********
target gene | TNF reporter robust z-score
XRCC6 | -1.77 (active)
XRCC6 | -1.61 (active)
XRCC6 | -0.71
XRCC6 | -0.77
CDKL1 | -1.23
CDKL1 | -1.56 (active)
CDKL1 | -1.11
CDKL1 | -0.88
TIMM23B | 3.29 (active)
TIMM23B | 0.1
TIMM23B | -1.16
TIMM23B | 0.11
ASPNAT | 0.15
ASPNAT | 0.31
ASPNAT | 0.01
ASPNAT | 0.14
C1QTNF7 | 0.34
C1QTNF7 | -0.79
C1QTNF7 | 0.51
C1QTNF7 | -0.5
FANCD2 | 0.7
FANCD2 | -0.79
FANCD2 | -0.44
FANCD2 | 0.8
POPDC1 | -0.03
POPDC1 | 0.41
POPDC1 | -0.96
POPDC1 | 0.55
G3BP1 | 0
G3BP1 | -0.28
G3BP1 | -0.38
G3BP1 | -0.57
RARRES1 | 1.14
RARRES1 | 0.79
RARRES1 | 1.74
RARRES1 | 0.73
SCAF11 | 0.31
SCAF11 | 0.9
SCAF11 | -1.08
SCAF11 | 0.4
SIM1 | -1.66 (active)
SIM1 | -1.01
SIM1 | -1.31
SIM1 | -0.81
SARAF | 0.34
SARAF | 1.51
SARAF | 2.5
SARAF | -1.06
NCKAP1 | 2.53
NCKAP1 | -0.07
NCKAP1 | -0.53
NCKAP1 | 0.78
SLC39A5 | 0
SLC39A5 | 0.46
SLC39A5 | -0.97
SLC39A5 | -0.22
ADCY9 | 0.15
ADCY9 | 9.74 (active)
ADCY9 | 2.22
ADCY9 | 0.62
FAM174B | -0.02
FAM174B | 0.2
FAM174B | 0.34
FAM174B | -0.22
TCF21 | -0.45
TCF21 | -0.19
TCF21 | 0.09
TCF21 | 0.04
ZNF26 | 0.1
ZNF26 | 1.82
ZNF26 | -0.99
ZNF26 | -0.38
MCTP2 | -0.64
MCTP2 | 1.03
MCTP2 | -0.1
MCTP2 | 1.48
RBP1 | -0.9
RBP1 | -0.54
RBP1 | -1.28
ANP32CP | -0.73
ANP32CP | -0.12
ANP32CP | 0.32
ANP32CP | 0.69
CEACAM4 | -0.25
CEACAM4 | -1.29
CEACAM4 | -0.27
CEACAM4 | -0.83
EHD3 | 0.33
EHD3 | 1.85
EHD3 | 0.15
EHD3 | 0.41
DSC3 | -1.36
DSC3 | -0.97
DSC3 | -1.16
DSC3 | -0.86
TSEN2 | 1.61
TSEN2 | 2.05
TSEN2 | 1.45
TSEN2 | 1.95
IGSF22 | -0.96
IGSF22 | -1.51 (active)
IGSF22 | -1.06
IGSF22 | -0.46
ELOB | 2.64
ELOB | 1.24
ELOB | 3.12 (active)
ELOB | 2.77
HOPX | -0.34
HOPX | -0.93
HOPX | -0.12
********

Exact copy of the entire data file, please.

target gene | TNF reporter robust z-score
XRCC6 | -1.77 (active)
XRCC6 | -1.61 (active)
XRCC6 | -0.71
XRCC6 | -0.77
CDKL1 | -1.23
CDKL1 | -1.56 (active)
CDKL1 | -1.11
CDKL1 | -0.88
TIMM23B | 3.29 (active)
TIMM23B | 0.1
TIMM23B | -1.16
TIMM23B | 0.11
ASPNAT | 0.15
ASPNAT | 0.31
ASPNAT | 0.01
ASPNAT | 0.14
C1QTNF7 | 0.34
C1QTNF7 | -0.79
C1QTNF7 | 0.51
C1QTNF7 | -0.5
FANCD2 | 0.7
FANCD2 | -0.79
FANCD2 | -0.44
FANCD2 | 0.8
POPDC1 | -0.03
POPDC1 | 0.41
POPDC1 | -0.96
POPDC1 | 0.55
G3BP1 | 0
G3BP1 | -0.28
G3BP1 | -0.38
G3BP1 | -0.57
RARRES1 | 1.14
RARRES1 | 0.79
RARRES1 | 1.74
RARRES1 | 0.73
SCAF11 | 0.31
SCAF11 | 0.9
SCAF11 | -1.08
SCAF11 | 0.4
SIM1 | -1.66 (active)
SIM1 | -1.01
SIM1 | -1.31
SIM1 | -0.81
SARAF | 0.34
SARAF | 1.51
SARAF | 2.5
SARAF | -1.06
NCKAP1 | 2.53
NCKAP1 | -0.07
NCKAP1 | -0.53
NCKAP1 | 0.78
SLC39A5 | 0
SLC39A5 | 0.46
SLC39A5 | -0.97
SLC39A5 | -0.22
ADCY9 | 0.15
ADCY9 | 9.74 (active)
ADCY9 | 2.22
ADCY9 | 0.62
FAM174B | -0.02
FAM174B | 0.2
FAM174B | 0.34
FAM174B | -0.22
TCF21 | -0.45
TCF21 | -0.19
TCF21 | 0.09
TCF21 | 0.04
ZNF26 | 0.1
ZNF26 | 1.82
ZNF26 | -0.99
ZNF26 | -0.38
MCTP2 | -0.64
MCTP2 | 1.03
MCTP2 | -0.1
MCTP2 | 1.48
RBP1 | -0.9
RBP1 | -0.54
RBP1 | -1.28
ANP32CP | -0.73
ANP32CP | -0.12
ANP32CP | 0.32
ANP32CP | 0.69
CEACAM4 | -0.25
CEACAM4 | -1.29
CEACAM4 | -0.27
CEACAM4 | -0.83
EHD3 | 0.33
EHD3 | 1.85
EHD3 | 0.15
EHD3 | 0.41
DSC3 | -1.36
DSC3 | -0.97
DSC3 | -1.16
DSC3 | -0.86
TSEN2 | 1.61
TSEN2 | 2.05
TSEN2 | 1.45
TSEN2 | 1.95
IGSF22 | -0.96
IGSF22 | -1.51 (active)
IGSF22 | -1.06
IGSF22 | -0.46
ELOB | 2.64
ELOB | 1.24
ELOB | 3.12 (active)
ELOB | 2.77
HOPX | -0.34
HOPX | -0.93
HOPX | -0.12